Fulfillment through Connection and Community
Alice Vlietstra, Ph.D.  Editor

February 2005

In this issue:

1. Welcome
2. A True Confession
3. Seligman’s New Story
4. Your Story
6. Announcements

1.  Welcome

The theme for the e-newsletters this year is "Creating a New Story."  Many times our feelings about our relationships are not about the actual relationship, but rather about our stories concerning those connections.  What would you say if you were to tell a story about your most successful relationship?

To give you an idea of what I am talking about, I am going to tell you a story.   It concerns a prominent leader in the field of psychology.

2. A True Confession

This is my favorite story from Martin Seligman.  It took place in his garden while he was weeding his rose bushes with his five-year-old daughter, Nikki.  Nikki was having fun throwing the newly pulled weeds into the air, all the while dancing and singing.  Seligman, very focused on clearing the area of weeds, yelled at her for messing up the garden.  Nikki walked away and came back a few minutes later saying,

"Daddy, I want to talk to you.  Do you remember before my fifth birthday?  From when I was three until when I was five, I was a whiner. I whined every day.  On my fifth birthday I decided I was not going to whine any more.  That was the hardest thing I ever have done.  And if I can stop whining, you can stop being a grouch!"

At the time, Seligman was a world famous researcher on depression,
and practiced his techniques for combating depression, called
“Learned Optimism," every day.   Despite all of his well intentioned
attempts to rid himself of his negativity, his "grouchiness" persisted.

He had to admit to himself, he really was a grouch.  Nikki’s words were
true.  His daughter had hit the nail on the head, HIS head. At that moment
Seligman decided to commit himself to a different way of relating to his
beloved daughter.  As a result of this experience, the concept of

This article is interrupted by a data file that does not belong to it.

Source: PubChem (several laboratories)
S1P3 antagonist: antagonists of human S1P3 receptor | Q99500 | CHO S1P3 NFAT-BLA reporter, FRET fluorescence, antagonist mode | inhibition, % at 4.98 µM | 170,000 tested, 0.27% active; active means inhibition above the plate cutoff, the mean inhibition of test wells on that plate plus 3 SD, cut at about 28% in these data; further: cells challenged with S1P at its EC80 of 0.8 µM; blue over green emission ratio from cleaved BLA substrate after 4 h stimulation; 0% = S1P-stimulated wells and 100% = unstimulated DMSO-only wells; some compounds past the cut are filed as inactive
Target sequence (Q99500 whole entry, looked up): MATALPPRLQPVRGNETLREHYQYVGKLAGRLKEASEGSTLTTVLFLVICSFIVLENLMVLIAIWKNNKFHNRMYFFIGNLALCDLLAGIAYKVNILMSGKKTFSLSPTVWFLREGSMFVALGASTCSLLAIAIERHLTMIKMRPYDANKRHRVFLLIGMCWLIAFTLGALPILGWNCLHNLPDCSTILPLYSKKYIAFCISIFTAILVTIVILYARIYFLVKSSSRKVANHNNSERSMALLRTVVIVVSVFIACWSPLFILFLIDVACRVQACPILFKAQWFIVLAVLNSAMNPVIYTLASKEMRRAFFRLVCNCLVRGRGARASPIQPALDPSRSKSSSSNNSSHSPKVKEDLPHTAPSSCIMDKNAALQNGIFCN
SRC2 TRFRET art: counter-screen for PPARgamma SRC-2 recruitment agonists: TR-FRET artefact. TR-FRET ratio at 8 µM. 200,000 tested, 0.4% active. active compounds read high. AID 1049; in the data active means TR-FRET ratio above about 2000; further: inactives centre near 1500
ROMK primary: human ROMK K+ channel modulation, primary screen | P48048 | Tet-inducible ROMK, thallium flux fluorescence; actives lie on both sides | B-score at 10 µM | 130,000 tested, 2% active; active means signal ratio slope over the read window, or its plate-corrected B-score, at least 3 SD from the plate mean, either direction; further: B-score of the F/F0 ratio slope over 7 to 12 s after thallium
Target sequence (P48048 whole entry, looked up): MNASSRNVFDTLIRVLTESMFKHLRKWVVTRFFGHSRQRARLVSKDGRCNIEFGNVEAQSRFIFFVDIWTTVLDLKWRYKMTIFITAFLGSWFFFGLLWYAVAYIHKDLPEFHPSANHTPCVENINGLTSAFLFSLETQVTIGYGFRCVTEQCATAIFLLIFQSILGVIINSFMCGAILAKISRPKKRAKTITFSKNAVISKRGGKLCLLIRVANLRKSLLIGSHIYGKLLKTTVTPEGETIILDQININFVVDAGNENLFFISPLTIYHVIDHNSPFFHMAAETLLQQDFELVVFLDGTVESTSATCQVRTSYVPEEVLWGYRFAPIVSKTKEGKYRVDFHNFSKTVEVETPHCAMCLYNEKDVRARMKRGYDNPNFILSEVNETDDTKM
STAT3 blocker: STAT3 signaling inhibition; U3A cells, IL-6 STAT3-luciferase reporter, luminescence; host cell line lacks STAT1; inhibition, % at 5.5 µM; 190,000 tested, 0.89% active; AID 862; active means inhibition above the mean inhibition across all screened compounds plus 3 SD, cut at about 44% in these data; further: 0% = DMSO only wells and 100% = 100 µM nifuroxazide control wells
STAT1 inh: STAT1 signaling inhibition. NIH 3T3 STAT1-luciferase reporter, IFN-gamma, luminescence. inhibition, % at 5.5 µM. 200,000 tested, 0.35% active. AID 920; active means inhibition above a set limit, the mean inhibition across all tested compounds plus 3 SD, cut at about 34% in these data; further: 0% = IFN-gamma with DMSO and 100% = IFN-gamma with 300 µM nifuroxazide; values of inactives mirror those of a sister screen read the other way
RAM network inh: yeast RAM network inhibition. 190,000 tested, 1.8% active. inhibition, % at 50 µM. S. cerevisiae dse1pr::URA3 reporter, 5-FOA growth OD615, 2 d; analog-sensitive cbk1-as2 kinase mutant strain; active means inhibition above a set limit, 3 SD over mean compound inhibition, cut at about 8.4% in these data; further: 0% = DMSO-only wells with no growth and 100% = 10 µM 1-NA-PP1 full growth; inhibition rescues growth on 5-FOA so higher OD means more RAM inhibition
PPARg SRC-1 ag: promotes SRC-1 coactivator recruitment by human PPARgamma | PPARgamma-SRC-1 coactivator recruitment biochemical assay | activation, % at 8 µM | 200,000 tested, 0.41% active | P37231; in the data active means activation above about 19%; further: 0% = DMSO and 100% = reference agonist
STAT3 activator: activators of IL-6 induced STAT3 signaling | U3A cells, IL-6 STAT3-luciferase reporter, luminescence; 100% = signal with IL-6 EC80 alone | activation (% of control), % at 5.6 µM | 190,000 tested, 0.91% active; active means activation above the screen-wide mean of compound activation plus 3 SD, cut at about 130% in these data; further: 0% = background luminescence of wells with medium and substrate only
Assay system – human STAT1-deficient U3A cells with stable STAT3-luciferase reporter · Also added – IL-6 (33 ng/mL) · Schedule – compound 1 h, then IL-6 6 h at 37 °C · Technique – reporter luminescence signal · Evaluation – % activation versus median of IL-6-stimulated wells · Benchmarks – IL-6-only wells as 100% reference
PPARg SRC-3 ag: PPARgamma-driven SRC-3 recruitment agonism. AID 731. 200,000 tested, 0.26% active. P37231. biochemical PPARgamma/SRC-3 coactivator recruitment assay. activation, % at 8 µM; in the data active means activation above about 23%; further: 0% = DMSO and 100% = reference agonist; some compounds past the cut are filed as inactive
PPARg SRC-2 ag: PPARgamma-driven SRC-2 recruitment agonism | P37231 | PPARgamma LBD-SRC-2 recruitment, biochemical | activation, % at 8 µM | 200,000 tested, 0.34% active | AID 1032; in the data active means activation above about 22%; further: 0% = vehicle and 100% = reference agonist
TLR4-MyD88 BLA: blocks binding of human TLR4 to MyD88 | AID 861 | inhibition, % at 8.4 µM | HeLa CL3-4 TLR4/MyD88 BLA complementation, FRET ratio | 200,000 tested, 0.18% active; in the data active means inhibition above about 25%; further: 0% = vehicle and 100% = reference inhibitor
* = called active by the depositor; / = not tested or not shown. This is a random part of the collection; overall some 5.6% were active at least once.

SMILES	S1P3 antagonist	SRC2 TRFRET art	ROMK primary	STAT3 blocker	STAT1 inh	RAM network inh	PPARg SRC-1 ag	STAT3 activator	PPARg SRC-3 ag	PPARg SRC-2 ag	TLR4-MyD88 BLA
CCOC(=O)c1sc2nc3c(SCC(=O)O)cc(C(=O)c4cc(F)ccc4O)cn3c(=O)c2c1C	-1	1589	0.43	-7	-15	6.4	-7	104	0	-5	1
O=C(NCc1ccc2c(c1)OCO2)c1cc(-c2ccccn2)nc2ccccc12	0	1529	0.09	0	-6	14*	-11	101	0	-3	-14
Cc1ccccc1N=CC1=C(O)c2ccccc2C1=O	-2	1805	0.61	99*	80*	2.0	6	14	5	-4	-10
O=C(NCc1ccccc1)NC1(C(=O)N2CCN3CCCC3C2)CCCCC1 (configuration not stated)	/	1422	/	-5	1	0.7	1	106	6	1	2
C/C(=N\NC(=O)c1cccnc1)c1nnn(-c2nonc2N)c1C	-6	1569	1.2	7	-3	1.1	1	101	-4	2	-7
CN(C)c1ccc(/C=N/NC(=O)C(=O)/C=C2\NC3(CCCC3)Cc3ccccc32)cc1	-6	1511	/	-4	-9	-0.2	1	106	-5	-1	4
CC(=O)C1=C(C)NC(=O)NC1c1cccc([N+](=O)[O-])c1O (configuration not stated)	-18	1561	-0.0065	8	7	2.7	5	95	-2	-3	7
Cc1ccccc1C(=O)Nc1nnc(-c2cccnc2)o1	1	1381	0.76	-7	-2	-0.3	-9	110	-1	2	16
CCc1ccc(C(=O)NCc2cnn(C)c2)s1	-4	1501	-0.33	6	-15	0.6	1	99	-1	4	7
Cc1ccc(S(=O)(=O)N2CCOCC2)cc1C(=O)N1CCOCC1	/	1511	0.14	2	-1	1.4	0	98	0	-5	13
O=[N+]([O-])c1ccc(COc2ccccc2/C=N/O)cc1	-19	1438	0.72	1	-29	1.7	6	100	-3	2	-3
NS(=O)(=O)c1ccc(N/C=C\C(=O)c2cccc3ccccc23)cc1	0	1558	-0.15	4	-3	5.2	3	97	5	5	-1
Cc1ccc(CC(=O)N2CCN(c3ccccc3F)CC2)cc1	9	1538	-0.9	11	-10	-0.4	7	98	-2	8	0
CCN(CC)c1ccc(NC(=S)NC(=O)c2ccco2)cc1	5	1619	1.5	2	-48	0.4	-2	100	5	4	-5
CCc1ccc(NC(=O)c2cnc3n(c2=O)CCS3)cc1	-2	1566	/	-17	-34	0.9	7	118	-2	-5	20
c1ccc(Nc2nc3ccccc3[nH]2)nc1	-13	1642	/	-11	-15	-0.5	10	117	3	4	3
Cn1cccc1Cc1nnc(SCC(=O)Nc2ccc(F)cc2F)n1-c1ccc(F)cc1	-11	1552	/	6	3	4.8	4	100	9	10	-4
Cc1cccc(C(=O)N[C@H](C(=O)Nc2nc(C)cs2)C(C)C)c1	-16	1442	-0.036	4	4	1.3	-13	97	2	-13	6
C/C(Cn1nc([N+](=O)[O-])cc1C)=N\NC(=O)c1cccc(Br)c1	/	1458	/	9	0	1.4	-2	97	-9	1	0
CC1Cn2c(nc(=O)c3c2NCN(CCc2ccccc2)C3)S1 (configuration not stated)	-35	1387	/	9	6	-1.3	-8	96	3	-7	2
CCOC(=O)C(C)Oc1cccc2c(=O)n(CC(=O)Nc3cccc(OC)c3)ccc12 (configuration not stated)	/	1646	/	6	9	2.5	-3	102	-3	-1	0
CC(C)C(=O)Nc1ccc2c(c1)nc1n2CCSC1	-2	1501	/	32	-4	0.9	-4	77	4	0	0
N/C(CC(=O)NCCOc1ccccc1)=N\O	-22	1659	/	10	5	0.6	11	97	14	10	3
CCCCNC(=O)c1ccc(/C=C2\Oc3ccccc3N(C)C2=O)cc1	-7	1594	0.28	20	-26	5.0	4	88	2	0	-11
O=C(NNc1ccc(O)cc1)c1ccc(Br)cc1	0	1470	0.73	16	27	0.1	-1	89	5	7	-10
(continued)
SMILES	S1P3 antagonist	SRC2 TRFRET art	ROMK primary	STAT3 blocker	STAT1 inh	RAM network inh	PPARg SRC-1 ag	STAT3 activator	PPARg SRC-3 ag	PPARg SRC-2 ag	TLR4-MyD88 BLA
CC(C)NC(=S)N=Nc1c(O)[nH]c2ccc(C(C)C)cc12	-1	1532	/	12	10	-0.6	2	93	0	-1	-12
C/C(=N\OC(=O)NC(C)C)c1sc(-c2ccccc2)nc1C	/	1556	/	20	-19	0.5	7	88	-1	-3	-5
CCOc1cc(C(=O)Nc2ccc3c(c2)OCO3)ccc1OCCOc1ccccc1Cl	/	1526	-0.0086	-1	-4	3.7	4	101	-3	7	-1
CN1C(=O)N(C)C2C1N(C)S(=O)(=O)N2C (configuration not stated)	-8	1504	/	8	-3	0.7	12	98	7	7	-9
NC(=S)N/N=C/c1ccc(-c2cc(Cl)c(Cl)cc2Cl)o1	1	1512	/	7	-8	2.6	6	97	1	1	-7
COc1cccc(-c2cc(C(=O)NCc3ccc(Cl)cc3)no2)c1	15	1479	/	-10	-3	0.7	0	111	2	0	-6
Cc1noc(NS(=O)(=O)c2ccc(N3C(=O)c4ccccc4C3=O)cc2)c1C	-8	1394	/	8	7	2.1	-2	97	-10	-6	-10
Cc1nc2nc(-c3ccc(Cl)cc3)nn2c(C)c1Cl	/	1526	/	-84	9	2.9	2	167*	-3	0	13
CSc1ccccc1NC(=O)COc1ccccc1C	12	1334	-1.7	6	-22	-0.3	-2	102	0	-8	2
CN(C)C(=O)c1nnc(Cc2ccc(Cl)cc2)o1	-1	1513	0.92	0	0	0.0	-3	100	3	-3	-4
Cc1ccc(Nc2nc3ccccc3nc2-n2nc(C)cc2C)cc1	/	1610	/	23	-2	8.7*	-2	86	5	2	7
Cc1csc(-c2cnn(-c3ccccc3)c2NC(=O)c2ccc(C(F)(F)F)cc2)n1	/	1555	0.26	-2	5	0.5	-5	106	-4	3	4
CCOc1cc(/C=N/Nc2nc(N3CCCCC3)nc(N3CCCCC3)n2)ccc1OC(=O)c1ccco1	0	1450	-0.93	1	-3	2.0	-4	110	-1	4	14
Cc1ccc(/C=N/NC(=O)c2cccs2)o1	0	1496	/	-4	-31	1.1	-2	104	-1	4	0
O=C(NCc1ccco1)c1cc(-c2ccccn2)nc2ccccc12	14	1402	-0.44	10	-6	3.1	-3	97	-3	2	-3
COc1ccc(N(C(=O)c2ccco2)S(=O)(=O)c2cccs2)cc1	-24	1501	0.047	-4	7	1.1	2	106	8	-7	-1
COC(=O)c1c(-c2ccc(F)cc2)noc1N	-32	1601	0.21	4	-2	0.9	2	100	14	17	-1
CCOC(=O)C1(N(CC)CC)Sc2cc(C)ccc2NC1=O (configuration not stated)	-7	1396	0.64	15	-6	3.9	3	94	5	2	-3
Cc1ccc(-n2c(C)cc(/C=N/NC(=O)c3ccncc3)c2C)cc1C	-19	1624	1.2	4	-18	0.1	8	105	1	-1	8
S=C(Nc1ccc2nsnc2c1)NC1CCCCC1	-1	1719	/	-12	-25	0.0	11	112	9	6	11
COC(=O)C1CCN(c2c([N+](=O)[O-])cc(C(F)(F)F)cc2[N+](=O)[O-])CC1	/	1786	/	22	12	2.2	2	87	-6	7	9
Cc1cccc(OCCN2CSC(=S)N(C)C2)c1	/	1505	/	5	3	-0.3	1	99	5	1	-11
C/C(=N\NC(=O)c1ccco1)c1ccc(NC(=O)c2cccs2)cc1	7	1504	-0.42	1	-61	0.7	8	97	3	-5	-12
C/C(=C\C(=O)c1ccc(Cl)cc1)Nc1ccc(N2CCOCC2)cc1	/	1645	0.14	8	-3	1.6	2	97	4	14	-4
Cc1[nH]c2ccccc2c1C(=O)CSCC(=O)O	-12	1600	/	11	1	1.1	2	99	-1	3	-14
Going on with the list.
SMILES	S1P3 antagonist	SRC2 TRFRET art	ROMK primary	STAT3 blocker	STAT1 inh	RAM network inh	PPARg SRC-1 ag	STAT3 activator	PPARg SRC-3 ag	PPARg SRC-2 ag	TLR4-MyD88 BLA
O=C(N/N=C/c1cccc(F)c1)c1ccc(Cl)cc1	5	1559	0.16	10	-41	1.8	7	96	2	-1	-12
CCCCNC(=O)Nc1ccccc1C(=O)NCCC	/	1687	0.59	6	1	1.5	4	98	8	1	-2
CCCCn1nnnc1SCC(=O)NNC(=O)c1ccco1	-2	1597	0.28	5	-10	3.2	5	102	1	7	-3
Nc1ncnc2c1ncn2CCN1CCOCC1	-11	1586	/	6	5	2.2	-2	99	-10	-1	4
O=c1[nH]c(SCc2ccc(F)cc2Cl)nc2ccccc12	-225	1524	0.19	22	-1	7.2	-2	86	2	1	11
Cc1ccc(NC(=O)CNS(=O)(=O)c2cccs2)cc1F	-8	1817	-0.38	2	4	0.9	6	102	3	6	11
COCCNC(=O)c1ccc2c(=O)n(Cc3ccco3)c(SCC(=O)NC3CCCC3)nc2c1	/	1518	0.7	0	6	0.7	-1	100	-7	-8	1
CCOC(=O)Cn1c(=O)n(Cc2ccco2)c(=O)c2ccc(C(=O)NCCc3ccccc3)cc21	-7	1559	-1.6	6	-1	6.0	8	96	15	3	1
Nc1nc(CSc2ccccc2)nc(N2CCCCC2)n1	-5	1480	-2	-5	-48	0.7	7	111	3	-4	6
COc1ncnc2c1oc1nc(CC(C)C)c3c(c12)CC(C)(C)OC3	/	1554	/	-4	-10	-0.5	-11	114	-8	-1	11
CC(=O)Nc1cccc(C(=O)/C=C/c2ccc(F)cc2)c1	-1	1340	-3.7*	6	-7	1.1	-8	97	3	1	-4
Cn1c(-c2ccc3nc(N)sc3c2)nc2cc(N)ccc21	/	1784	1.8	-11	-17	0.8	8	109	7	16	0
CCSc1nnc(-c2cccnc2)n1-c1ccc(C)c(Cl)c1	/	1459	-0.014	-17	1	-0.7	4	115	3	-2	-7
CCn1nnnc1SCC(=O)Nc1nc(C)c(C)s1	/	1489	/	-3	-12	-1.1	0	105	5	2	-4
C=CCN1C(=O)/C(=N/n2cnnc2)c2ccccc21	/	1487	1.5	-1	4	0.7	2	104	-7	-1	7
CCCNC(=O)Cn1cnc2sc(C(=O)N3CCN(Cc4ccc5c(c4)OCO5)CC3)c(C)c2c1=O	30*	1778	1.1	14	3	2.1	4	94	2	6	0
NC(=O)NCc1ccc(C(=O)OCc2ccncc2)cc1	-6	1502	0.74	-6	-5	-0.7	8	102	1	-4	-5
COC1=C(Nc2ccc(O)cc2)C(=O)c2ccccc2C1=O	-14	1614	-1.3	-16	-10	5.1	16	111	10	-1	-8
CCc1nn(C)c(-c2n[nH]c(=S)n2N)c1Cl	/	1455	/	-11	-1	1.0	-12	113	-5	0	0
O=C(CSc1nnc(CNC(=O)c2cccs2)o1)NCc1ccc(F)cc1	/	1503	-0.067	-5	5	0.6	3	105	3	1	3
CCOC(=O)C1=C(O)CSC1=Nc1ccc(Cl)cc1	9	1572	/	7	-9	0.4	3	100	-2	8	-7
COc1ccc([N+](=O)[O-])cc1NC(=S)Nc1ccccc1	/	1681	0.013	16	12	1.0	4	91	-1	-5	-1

Authentic Happiness emerged.

3. Seligman’s New Story

It became very clear to Seligman that his role in raising Nikki was not about correcting her shortcomings. He realized he had become "a walking nimbus cloud in a household radiant with sunshine."  As Nikki became aware of the negative consequences of her whining, she decided to stop it.  As Seligman became aware the negative consequences of his grouchiness, he decided not only to stop it, but to redirect his focus.  Nikki was a precocious child, socially intelligent beyond her years.  His focus on the positive aspects of her personality, he believed, would instill in her the self confidence she would need to navigate the stormy seas of life. 

I was delighted by Seligman’s touching account of his relationship with his daughter.  Both were courageous in their interactions with each other. His daughter was courageous in confronting her father and mature in her ability to see the negative consequences of her behavior. This incident helped Seligman’s relationship with his daughter and was a catalyst for the new concept of "Authentic Happiness." Their relationship became much more authentic and was based on mutual respect and admiration.    

5.  Your Story 

There is much we can learn from Seligman’s story.  You can start by thinking about your relationships in a different way before you talk about them with others.  I suggest that when you think about your painful experiences, that you consider the strengths that emerged in the process of overcoming those challenges.  Consider the joyful experiences as well.

A focus on the painful aspects of our past does not allow us to acknowledge and accept the gifts of the present. If we keep our focus on the broader, more spiritual lessons contained within our life stories, we become more authentically happy, and we will feel more connected with others and to our community.  

Warm Regards,

Dr. Alice

References:  Seligman, M. E. P.  Authentic Happiness, New York:  Free Press, 2002, pp 28-29.  

5.  Announcements

Successful Relating for Singles:  March 10 - April 17th. Grace Church, 7:00 -8:30, Call 314-291-6647, Ext 2112, to sign up.  Explore new ways to find the love of your life, and the life that you love.

Hearts Alive!  Soul Esteem Center, April 18, 25, May 2, & 9, 7:00 - 9:30 PM.  Flyer forthcoming or call 314-729-2855 for information. 

© Copyright 2005 Alice Vlietstra.  All rights reserved.

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Successful Relating